front of the refrigerator in the conference room where Dr. Ma's lunch had
been stored. The contamination was quickly identified as P-32, commonly
used at the NIH but not used in Ma and Zheng's experiments since earlier
NIH Admits Foul Play
NIH officials acknowledged in an interview with The Washington Post that the contamination was not accidental. They did, however, downplay the extent of the contamination, saying that Ma had taken in 200 to 300 microcuries of P-32. (A microcurie is a measure of radioactive activity.) Anne Thomas, an NIH representative said: "The doctors who examined her do not believe this will cause any long-term medical complications for her or her fetus."
Later estimates by the Nuclear Regulatory Commission (NRC), which examined her, put the figure at double the NIH figure, and Dr. Ma's attorneys now claim that an independent lab estimates the contamination to be closer to a thousand microcuries. At a news conference on Oct. 10, her attorney said, "It is now believed that Dr. Ma, who was 17 weeks pregnant at the time of the incident, received the largest reported dose of internal radiation contamination since Karen Silkwood."
Exposure to radioactive materials is generally measured in rems,
a term that relates the absorbed dose of a radioactive material to its
biological effect. An acceptable dose for occupational exposure of a non-pregnant
woman, according to the NRC, is five rems. For a pregnant woman, it is
one-tenth of that, or one-half of one rem. The radiation expert hired by
Dr. Ma's attorney's estimated that she received an exposure of 9.2 rems,
and that the fetus received 6.4 rems -- a dose to the fetus that was 12
times higher than the dosage considered safe for a pregnant woman.
In her statement, Dr. Ma further questioned why Dr. Weinstein and NIH safety officials delayed her transport to the hospital by more than three hours, and then gave conflicting directions to hospital personnel which delayed her treatment. They contend that while Dr. Weinstein attempted to downplay the effects of Ma's contamination, he repeatedly suggested that "the baby [sic] should be worried" and that he urged them to consult with their Ob/gyn -- offering at one point to place the call himself. They declined his offer.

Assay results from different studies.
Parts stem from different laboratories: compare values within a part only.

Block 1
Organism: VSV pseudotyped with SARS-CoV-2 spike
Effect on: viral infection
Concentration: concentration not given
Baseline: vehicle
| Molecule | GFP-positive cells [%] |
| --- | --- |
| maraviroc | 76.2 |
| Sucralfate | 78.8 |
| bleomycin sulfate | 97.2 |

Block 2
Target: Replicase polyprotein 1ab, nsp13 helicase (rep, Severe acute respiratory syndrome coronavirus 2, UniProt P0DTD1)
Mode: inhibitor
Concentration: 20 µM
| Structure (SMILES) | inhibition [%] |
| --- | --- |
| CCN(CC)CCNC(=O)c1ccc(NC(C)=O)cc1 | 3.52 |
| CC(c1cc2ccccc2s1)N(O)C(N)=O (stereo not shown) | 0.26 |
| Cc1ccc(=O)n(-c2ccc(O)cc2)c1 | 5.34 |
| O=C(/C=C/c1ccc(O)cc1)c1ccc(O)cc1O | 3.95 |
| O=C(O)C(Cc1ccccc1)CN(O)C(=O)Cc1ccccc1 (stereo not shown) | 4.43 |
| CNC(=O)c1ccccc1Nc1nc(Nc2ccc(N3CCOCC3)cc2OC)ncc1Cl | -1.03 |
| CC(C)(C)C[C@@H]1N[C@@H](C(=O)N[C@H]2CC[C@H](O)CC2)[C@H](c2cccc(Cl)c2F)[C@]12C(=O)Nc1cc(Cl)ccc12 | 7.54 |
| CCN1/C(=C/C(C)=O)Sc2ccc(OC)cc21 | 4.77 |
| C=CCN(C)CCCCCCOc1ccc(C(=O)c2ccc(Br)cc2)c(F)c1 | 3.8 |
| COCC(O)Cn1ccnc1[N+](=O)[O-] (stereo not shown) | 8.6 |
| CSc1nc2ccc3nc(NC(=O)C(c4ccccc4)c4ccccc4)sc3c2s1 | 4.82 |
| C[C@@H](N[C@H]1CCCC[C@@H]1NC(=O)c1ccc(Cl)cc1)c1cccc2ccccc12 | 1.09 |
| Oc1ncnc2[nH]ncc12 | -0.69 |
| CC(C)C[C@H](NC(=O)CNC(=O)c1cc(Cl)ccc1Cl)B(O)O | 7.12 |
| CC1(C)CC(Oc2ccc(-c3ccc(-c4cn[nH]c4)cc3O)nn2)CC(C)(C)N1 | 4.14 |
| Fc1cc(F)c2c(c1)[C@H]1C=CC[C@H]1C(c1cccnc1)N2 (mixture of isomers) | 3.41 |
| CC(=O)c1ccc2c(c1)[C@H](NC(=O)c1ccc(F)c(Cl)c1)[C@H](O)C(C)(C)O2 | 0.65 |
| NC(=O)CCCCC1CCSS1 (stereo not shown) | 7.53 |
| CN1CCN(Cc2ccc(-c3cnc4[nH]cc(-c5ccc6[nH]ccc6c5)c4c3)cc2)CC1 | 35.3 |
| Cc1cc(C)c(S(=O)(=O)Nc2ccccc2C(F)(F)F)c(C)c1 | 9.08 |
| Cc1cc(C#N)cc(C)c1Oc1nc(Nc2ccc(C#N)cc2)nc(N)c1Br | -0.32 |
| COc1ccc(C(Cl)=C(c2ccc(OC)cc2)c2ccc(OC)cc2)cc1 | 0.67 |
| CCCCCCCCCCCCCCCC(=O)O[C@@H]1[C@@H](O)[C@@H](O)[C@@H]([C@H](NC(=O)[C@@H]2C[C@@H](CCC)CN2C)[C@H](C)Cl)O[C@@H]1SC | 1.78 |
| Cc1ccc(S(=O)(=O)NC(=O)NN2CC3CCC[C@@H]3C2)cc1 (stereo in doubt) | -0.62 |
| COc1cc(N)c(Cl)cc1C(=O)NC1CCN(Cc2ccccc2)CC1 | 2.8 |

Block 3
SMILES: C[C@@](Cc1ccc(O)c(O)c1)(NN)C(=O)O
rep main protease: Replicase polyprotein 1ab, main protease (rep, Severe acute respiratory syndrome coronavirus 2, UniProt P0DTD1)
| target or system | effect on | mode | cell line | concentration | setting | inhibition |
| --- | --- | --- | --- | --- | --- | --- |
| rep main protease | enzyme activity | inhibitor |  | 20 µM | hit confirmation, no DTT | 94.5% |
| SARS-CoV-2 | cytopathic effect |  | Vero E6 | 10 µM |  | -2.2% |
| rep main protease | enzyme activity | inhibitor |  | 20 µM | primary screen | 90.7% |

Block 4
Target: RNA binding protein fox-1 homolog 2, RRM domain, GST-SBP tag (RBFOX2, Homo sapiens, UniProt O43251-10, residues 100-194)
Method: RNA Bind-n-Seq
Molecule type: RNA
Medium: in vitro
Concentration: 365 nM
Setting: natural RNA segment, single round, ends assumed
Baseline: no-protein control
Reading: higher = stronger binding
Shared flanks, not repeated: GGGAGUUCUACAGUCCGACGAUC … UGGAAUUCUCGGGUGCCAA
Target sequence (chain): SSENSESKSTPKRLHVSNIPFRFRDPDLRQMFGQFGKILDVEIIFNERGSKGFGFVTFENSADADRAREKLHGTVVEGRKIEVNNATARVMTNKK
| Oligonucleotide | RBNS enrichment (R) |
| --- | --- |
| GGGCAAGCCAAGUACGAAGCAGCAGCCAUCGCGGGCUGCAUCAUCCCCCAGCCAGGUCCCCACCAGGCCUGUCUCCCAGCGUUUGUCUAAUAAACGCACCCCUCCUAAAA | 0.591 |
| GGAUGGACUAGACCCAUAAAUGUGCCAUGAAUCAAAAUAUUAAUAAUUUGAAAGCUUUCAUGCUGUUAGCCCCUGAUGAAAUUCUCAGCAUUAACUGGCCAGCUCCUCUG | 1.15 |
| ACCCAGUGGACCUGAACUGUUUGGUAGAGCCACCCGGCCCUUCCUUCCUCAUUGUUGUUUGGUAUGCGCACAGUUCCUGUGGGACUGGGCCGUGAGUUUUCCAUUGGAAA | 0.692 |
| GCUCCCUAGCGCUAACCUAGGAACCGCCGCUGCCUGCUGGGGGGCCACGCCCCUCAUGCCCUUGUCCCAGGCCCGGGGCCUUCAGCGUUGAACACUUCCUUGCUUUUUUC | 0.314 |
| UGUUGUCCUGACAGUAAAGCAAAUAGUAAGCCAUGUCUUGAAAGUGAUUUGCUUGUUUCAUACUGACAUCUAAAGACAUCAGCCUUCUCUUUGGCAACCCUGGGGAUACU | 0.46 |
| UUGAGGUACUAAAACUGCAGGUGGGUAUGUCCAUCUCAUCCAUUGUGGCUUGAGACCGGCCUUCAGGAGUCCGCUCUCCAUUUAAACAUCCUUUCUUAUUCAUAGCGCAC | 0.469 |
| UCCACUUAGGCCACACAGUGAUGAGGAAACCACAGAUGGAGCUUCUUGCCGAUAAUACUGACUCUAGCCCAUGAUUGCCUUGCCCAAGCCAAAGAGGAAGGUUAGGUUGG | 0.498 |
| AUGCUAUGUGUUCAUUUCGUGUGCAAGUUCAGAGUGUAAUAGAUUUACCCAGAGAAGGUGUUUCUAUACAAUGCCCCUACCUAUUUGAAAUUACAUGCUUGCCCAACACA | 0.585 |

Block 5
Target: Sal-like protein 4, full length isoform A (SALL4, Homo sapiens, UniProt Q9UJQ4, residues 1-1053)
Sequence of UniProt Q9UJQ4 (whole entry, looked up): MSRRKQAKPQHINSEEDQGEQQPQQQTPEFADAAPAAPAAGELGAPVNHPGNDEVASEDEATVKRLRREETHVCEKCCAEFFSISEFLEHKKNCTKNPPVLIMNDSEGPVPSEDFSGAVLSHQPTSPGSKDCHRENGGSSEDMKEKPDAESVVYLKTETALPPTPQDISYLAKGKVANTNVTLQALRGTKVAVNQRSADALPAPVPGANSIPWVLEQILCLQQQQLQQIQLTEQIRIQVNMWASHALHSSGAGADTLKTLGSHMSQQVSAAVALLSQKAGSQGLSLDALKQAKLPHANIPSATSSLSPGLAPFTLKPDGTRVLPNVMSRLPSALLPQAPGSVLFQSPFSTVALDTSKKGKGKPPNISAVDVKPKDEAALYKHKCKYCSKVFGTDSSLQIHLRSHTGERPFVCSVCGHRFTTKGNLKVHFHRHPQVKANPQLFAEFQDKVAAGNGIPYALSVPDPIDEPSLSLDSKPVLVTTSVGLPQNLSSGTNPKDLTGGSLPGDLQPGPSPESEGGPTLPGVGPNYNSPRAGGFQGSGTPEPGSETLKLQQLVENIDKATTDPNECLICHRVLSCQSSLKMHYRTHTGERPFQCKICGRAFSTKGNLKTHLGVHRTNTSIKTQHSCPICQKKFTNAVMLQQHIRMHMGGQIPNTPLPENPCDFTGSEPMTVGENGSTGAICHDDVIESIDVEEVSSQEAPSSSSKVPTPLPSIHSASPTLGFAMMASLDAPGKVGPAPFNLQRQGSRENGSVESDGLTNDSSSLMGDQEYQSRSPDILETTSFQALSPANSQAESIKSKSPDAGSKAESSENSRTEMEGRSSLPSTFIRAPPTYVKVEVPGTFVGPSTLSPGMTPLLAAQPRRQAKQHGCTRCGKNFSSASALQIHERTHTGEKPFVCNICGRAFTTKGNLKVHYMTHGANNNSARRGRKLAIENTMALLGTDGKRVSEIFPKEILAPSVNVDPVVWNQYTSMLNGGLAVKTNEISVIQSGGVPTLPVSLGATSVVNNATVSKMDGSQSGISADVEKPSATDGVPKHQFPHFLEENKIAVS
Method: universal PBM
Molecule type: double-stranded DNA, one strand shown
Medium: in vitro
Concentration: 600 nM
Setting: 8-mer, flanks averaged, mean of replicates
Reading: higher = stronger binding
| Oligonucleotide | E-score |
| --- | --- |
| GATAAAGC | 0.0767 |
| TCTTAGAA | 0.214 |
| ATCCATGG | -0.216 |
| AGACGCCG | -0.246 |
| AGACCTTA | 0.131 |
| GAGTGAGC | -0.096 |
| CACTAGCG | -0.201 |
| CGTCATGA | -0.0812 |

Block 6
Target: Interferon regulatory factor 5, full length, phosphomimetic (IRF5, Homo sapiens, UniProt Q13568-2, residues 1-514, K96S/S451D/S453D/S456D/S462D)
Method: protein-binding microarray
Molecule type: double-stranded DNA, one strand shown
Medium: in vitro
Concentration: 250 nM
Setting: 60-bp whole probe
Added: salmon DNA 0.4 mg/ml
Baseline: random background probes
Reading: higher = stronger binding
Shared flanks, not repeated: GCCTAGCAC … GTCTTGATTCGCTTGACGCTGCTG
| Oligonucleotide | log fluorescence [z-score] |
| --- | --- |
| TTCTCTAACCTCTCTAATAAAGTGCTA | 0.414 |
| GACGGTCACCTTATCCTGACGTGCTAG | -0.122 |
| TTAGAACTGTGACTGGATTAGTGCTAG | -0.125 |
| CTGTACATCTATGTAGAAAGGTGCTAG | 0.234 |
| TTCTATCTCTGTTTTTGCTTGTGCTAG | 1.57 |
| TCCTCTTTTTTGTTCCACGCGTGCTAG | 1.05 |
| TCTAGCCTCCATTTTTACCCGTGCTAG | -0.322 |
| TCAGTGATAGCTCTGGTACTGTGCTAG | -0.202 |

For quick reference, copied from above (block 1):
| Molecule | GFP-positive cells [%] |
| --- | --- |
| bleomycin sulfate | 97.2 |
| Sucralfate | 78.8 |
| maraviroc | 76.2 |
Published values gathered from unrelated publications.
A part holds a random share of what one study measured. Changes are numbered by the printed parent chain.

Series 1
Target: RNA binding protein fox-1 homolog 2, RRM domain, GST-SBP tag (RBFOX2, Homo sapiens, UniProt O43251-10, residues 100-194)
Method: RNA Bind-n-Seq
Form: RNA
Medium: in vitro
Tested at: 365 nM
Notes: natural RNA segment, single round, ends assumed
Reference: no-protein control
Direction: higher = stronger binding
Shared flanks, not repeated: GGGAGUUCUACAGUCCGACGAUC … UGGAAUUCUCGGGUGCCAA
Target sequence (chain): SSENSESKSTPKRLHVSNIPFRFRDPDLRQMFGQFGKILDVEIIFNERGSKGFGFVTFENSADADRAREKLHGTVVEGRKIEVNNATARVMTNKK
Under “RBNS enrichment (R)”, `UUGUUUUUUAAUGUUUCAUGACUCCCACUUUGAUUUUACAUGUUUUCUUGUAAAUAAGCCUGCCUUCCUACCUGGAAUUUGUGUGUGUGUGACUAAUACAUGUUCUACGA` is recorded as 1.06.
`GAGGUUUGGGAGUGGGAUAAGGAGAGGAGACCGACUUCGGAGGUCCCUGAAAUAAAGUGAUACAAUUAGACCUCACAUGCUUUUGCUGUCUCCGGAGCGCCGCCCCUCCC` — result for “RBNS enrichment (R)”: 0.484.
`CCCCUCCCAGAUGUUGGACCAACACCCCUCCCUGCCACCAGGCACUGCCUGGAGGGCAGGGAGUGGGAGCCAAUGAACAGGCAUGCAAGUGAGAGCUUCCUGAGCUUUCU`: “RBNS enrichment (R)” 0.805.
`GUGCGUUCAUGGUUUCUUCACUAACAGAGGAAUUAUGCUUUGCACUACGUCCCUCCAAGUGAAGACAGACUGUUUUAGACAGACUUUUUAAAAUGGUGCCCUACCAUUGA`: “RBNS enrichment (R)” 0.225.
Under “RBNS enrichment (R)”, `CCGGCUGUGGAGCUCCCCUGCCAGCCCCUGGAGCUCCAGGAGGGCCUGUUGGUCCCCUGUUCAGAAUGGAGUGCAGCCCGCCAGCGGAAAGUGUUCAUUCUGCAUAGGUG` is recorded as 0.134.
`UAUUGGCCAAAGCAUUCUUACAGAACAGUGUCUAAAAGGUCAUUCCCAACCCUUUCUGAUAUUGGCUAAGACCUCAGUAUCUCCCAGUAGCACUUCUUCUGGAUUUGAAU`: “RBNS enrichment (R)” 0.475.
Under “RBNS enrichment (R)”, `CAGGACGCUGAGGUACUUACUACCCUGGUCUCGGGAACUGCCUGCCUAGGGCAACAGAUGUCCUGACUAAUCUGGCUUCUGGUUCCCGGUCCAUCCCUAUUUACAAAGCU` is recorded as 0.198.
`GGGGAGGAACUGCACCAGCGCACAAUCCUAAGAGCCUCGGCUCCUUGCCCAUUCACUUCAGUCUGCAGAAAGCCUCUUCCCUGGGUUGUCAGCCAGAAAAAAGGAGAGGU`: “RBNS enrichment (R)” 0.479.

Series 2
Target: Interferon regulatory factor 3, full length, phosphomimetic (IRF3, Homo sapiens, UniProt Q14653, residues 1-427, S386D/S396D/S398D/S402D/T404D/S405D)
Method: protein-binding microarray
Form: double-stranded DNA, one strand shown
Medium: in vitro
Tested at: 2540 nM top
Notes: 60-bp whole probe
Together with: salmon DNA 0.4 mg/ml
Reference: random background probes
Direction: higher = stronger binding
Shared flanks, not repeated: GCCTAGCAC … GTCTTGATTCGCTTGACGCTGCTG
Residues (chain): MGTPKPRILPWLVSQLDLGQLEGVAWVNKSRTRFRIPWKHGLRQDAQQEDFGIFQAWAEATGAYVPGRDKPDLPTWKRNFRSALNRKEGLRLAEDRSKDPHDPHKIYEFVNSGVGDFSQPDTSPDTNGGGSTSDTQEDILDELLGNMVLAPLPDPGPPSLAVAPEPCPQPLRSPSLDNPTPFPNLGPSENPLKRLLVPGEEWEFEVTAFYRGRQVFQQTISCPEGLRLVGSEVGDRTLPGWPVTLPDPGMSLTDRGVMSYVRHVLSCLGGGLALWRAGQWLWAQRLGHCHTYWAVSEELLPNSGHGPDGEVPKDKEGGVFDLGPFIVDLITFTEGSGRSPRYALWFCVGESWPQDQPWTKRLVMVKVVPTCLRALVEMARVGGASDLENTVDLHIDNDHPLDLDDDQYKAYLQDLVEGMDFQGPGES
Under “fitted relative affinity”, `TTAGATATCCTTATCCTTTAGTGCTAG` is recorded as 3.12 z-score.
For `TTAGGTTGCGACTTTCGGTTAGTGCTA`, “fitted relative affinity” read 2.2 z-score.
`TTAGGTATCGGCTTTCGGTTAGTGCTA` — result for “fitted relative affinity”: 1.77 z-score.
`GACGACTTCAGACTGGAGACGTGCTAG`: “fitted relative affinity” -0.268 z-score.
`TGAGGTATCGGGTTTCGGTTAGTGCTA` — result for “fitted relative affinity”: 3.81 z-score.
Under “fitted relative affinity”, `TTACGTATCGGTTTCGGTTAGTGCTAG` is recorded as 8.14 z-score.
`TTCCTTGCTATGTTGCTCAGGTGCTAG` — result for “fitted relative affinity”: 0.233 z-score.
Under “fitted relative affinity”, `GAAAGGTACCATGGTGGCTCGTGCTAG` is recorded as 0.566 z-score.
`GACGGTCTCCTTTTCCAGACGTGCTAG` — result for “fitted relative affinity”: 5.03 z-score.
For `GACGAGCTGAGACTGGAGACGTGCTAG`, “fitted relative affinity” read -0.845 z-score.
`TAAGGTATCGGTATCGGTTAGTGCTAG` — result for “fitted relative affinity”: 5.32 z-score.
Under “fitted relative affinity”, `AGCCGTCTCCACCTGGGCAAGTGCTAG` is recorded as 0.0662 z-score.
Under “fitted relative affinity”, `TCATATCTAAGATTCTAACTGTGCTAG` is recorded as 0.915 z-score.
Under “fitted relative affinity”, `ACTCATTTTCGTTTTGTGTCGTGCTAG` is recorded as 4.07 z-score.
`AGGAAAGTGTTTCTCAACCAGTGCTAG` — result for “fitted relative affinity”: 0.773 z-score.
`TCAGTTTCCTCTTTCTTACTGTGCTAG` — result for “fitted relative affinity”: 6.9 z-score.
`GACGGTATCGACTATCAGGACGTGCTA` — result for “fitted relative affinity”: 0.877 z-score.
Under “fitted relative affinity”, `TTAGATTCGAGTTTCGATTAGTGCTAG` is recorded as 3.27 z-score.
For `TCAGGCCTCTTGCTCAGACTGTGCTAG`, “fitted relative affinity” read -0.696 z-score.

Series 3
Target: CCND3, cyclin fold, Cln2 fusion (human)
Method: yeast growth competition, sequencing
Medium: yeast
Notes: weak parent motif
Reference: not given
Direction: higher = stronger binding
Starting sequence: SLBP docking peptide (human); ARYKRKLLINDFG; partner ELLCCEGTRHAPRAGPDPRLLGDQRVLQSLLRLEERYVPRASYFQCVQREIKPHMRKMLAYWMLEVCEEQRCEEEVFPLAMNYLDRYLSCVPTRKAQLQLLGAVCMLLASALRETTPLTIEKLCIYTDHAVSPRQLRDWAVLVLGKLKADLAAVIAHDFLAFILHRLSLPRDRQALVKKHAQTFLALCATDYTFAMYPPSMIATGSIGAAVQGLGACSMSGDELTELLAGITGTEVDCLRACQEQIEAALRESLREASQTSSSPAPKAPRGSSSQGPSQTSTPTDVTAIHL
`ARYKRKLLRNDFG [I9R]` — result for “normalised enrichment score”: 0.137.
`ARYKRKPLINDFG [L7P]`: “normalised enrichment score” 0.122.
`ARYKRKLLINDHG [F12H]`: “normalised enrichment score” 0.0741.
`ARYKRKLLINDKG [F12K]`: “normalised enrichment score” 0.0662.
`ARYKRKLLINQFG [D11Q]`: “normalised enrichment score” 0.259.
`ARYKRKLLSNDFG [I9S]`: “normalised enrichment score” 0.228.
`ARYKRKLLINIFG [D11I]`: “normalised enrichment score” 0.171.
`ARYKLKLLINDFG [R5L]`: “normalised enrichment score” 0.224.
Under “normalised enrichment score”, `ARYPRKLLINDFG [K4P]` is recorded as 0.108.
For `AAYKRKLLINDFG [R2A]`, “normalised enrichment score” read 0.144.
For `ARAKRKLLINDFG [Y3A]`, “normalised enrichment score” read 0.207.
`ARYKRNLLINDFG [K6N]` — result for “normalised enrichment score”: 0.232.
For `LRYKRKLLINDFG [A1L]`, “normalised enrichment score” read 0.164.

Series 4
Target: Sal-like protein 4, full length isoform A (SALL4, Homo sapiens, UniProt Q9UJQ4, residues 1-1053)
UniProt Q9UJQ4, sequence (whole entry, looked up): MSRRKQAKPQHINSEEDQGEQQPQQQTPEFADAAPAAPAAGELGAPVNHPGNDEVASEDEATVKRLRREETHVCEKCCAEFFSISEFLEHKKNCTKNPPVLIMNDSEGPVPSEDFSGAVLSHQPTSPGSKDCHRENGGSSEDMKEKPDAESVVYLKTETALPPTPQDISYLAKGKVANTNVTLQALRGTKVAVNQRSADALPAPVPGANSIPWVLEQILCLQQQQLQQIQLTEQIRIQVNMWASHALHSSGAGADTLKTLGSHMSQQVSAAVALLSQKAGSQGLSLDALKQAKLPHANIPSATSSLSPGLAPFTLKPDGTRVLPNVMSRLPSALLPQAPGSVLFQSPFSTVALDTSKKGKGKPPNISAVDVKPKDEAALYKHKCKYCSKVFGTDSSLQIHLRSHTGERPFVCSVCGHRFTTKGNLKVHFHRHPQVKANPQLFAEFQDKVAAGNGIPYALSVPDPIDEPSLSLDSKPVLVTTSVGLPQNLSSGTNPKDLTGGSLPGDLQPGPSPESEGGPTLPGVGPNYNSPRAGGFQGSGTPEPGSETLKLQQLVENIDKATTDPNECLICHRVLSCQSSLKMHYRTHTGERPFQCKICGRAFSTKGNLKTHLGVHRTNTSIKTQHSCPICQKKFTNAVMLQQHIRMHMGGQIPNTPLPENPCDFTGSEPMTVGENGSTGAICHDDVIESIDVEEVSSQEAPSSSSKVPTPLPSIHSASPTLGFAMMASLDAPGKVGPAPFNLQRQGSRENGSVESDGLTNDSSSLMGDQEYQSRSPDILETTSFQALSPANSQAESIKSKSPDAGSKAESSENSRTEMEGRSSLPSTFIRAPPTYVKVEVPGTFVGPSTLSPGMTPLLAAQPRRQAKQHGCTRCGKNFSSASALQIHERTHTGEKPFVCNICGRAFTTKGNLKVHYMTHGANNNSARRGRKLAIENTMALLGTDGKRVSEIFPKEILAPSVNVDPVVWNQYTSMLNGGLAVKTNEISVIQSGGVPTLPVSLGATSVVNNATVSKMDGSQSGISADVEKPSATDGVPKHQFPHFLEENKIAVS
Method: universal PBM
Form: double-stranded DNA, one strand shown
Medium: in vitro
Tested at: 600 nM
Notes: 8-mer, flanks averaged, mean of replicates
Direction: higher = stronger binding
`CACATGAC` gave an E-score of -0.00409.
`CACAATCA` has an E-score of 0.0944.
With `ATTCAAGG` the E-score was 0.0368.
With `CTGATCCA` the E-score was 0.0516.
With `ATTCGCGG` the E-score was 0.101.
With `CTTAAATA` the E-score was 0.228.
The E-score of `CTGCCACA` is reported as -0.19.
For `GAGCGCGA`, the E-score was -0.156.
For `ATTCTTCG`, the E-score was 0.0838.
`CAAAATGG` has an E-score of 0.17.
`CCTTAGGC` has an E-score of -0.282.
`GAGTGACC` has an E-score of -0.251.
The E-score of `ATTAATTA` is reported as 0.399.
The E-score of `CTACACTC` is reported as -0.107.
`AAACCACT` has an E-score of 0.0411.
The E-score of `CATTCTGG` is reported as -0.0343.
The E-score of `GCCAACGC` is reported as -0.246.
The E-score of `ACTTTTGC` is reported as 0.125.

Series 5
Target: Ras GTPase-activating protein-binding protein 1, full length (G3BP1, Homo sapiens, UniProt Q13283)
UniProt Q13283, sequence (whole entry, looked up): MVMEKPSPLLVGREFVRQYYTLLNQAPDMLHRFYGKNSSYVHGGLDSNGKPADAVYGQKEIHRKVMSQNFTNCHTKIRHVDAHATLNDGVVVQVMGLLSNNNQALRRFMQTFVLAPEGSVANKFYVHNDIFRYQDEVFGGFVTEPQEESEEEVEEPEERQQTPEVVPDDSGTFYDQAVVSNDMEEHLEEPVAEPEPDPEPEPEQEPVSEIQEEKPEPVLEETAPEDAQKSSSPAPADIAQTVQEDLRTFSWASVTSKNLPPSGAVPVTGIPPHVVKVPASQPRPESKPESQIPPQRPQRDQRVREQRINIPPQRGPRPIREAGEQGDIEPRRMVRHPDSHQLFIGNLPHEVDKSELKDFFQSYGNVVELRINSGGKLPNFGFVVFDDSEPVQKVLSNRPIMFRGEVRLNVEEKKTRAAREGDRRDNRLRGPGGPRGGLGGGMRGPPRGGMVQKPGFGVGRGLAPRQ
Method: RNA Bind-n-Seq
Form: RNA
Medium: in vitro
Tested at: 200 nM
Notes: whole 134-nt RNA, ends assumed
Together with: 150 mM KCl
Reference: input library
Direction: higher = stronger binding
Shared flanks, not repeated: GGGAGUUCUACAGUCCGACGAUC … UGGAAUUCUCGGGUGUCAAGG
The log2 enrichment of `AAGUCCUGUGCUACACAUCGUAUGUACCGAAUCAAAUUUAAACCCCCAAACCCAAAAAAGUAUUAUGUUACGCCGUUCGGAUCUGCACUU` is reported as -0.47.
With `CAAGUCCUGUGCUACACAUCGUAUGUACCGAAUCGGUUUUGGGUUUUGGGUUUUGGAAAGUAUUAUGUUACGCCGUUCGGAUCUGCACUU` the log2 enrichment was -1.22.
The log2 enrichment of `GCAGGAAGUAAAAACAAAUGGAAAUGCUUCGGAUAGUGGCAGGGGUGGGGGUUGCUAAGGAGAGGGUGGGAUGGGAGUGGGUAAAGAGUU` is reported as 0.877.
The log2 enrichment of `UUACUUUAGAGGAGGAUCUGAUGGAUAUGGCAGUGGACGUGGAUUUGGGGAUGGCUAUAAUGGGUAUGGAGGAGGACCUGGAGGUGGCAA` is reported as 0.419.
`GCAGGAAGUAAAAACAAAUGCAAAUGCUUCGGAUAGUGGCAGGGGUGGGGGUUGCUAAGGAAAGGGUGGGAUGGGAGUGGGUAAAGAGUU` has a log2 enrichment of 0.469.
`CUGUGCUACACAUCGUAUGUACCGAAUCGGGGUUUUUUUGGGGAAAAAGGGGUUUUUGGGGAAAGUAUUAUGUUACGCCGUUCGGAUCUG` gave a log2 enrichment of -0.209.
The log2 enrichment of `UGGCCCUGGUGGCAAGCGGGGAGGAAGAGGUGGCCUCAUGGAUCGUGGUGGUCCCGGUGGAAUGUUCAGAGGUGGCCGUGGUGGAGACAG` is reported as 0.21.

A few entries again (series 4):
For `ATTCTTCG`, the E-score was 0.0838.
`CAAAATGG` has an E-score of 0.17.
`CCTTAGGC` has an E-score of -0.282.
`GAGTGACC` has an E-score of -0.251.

In her statement Ma said: "We later learned that Dr. Weinstein had told a number of people . . . that we already had a child in China -- which is untrue -- and that under the China one child' policy it was necessary that we abort the baby. He suggested that we had contaminated ourselves to abort the pregnancy. We also learned that Dr. Weinstein has suggested to others that Bill contaminated me because he learned that our expected baby is female and wanted me to abort the pregnancy. These suggestions are outrageous and have been extremely damaging to our professional reputations and careers."
In an interview with The Washington Post, Dr. Weinstein
denied that he ever pressured his scientists to abort their fetus or that
he contaminated Ma's food with P-32: "The obvious answer is, of course
not. It's preposterous."
Ma was not the only one contaminated. It took NIH officials
two weeks to discover that the water cooler in the same general area as
the public refrigerator was also contaminated with radioactive material.
Traces of P-32 found near the water cooler are believed to have caused
internal contamination to Zheng and 25 other co-workers.